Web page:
The past eight months (and counting) of concussion have been long and hard [to see how hard, check out last week’s post here]. But there’s been a good side, too. I’ve learned a few things, and I thought I’d share them with you.
1. I used to check my email too often. Way too often. Only being able to get my email updates twice a day from my husband made me crazy at first, but I soon realized that agents weren’t going to walk away if it took me a few hours to reply to them. And since I wasn’t sending out many queries, I wasn’t exactly overwhelmed with responses. Now that I’m allowed back on the computer (for short times) I’m finding it hard to keep from constantly checking in, but I’m doing my best to stick to only peeking at my inbox three times a day (or so). This has led directly to realizing:
2. Life is more relaxed without stressing over queries. Add my impatience waiting for responses to the amount of time I spent researching agents, perfecting queries, and checking out contests, and you’ll get an idea of how stressed I felt. I know I’ll have to get back to it all eventually, but as long as my computer time is still limited, I’m going to enjoy my mini-vacation from querying while I can.
3. It’s easy to lose time on Twitter, Facebook, blogging, etc. This one is probably a no-brainer, but it took me losing computer access to realize just how much time I spent on social media. Sure, some of it falls under the necessary category of establishing a social media presence, but, let’s face it, a lot of it was just wasting time. When I’m allowed back online full time, I will definitely be establishing limits on my non-writing computer time.
4. I’m a Pinterest goddess at heart. Okay, so I don’t have a Pinterest account, but I’ve seen the stuff on there. Over the summer, with three kids home and nothing better to do, I spent a lot of time trying to entertain my kids. We’re talking theme days, food faces, and whatever simple crafts my injured brain could manage – but of course without the photographing and displaying online. I have a feeling Pinterest could definitely become a major time-suck for me, which is why I’m going to continue to steer clear of it.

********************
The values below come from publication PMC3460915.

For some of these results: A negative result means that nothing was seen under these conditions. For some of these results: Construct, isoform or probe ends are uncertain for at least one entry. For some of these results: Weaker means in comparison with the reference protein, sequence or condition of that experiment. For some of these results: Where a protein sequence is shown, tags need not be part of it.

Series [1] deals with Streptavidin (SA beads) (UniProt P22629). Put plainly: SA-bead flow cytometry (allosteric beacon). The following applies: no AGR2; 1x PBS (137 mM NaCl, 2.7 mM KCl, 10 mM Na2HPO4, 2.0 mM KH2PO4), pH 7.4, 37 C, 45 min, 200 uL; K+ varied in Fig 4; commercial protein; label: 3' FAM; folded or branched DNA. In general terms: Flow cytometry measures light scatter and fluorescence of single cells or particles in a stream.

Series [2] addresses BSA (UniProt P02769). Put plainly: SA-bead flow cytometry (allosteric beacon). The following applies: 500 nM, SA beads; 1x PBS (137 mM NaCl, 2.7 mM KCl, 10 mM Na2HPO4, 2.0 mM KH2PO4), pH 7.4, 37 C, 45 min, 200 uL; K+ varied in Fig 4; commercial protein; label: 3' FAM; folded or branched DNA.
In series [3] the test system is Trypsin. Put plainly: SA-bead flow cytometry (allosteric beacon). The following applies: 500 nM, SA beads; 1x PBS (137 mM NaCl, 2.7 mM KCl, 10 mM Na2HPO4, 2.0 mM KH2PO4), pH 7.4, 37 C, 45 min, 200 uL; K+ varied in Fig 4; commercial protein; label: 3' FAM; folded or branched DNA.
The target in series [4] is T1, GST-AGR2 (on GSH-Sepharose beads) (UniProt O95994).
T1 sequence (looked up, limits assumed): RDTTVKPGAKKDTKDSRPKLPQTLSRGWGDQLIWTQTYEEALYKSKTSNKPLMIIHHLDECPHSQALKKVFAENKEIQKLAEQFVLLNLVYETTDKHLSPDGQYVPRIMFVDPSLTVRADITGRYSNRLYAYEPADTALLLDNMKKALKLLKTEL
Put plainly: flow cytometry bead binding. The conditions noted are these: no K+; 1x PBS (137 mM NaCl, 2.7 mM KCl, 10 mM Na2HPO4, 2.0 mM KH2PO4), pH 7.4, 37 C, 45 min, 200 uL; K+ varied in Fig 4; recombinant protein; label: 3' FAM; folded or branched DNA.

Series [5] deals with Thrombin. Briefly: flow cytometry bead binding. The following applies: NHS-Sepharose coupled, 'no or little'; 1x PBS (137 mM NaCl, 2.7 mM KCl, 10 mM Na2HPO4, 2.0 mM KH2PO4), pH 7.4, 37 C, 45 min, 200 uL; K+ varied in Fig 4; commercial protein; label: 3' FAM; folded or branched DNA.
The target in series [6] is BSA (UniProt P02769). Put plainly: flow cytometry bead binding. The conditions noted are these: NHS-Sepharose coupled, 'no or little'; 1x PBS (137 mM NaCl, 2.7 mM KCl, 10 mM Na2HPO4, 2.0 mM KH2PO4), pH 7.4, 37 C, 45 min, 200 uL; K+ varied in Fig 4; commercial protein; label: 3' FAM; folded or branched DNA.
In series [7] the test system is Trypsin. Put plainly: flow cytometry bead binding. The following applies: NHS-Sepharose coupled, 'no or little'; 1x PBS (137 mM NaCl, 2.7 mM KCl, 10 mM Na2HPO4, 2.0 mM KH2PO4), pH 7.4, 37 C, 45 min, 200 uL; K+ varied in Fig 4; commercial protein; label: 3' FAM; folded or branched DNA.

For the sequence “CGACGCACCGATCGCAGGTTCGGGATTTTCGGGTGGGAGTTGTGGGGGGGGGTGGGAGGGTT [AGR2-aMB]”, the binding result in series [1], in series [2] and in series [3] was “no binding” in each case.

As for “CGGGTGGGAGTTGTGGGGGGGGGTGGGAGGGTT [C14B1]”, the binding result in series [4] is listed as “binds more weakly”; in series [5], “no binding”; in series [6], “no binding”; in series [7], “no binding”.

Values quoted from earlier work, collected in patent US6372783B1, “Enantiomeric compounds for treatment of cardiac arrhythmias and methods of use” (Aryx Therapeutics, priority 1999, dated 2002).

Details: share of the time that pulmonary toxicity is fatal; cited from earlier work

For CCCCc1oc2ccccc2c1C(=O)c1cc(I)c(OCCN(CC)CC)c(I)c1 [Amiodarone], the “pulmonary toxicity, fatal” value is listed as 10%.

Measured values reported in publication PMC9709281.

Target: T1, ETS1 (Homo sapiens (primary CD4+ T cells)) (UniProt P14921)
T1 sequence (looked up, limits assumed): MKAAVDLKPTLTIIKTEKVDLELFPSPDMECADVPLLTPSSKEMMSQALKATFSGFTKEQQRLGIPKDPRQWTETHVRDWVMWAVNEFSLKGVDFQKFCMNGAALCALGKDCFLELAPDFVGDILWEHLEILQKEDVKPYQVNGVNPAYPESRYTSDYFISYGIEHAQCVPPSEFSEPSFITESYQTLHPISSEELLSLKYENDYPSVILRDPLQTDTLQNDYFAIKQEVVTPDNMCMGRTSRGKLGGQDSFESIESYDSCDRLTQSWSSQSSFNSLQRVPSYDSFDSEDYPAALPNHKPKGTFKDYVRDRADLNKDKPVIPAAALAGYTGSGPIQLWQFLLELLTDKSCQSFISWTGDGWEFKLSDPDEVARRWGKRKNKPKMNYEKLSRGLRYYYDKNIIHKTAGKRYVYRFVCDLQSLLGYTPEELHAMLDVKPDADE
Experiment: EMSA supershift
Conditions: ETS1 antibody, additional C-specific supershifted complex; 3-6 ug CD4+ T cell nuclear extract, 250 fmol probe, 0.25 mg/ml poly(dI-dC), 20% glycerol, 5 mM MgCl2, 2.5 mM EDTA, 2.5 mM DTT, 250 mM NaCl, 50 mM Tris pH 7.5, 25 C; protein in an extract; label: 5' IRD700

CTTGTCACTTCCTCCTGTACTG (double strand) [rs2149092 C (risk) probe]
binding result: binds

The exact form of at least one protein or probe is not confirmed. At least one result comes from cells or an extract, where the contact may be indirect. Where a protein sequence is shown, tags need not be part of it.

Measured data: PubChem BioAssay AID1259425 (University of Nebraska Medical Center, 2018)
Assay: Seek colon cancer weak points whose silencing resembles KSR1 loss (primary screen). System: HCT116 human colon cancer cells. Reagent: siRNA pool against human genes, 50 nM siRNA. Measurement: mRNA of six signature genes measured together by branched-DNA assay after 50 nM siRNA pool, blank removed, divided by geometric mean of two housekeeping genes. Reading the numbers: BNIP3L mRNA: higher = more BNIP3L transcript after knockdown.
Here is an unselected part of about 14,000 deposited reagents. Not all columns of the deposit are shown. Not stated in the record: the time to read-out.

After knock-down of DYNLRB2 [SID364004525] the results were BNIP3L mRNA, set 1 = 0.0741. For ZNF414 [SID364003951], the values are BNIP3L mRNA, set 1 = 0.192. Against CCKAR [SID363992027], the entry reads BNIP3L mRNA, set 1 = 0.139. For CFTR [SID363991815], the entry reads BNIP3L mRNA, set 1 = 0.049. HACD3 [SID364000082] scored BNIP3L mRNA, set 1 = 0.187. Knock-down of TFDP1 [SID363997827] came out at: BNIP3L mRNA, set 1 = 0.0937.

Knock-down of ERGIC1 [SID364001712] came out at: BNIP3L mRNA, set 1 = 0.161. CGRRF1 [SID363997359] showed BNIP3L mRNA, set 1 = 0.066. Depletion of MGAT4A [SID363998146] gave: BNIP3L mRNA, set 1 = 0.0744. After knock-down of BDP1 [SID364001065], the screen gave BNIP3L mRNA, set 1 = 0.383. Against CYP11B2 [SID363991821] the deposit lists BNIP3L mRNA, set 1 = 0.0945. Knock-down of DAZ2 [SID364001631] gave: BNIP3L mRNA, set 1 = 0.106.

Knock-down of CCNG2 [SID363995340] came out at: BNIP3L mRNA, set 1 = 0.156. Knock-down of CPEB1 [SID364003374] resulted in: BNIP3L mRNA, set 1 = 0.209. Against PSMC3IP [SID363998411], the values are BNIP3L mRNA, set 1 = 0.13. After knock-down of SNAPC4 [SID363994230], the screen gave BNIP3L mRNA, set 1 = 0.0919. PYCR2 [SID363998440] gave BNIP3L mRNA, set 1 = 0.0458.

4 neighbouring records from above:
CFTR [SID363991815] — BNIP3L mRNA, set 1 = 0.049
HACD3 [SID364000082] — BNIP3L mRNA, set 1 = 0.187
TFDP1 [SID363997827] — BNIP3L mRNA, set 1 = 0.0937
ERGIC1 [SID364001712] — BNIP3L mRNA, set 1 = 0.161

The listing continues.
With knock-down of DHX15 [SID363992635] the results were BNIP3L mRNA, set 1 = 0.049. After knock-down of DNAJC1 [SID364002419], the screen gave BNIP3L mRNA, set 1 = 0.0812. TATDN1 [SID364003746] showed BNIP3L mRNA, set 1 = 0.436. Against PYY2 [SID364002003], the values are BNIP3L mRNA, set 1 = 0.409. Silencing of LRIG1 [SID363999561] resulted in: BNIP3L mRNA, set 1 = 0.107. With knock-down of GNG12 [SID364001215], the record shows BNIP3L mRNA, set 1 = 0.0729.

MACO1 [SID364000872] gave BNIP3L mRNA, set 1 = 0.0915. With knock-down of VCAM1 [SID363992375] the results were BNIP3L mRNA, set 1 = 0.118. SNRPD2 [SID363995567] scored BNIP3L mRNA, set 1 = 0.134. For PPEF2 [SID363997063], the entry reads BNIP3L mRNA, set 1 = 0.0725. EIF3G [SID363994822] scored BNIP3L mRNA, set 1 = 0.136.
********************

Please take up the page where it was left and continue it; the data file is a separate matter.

5. No writing and no reading make Kaye a little crazy. As I wrote above in #4, I channeled most of my creative impulses into entertaining my kids. As great as it felt to be SuperMom for a while, the lack of outside interests left me feeling a bit empty. I love my kids, but I need an identity away from them too, and the concussion robbed me of that. But in doing so, it made me realize writing is more than a hobby or simple career aspiration, it’s become part of what makes me me, and without it I’m lost.
6. I don’t have enough in-person friends any more. The past five years have seen many of my friends move and/or have kids and other draws on their time, and I’ve been tied up with the chaos of twins (+ 1), and trying to squeeze out writing time. More and more I’ve been relying on the internet to communicate – both with existing real-life friends, and with people I only know in cyberspace. Since my concussion has improved, I’ve been trying to get out more. I have weekly coffee dates with some of the neighborhood mommies, I’ve been meeting my crit partners whether I have material ready or not, and my husband and I have been trying to host more casual meet-ups on weekends. I still miss my virtual friends, but at least I don’t have to be lonely in my recovery.
7. I need to accept limitations. As a competitive (not to mention stubborn) person, I’ve always seen the word “can’t” as a challenge. You can’t race in figure skates, you say? – Watch me! You think girls can’t play baseball as well as boys? – I’ll show you. So it took a while for me to realize following the doctor’s orders was important to my recovery. In fact, I actually set myself back about six weeks by trying to fill out all my passport paperwork in one sitting. Now I’m learning to take it slow and not push myself too much (this blog post was written in five installments).
So there you have it. My concussion may have been brutal, and painful, and depressing, but at least I learned a few things. I hope any storms you have in your lives are filled with rainbows, too.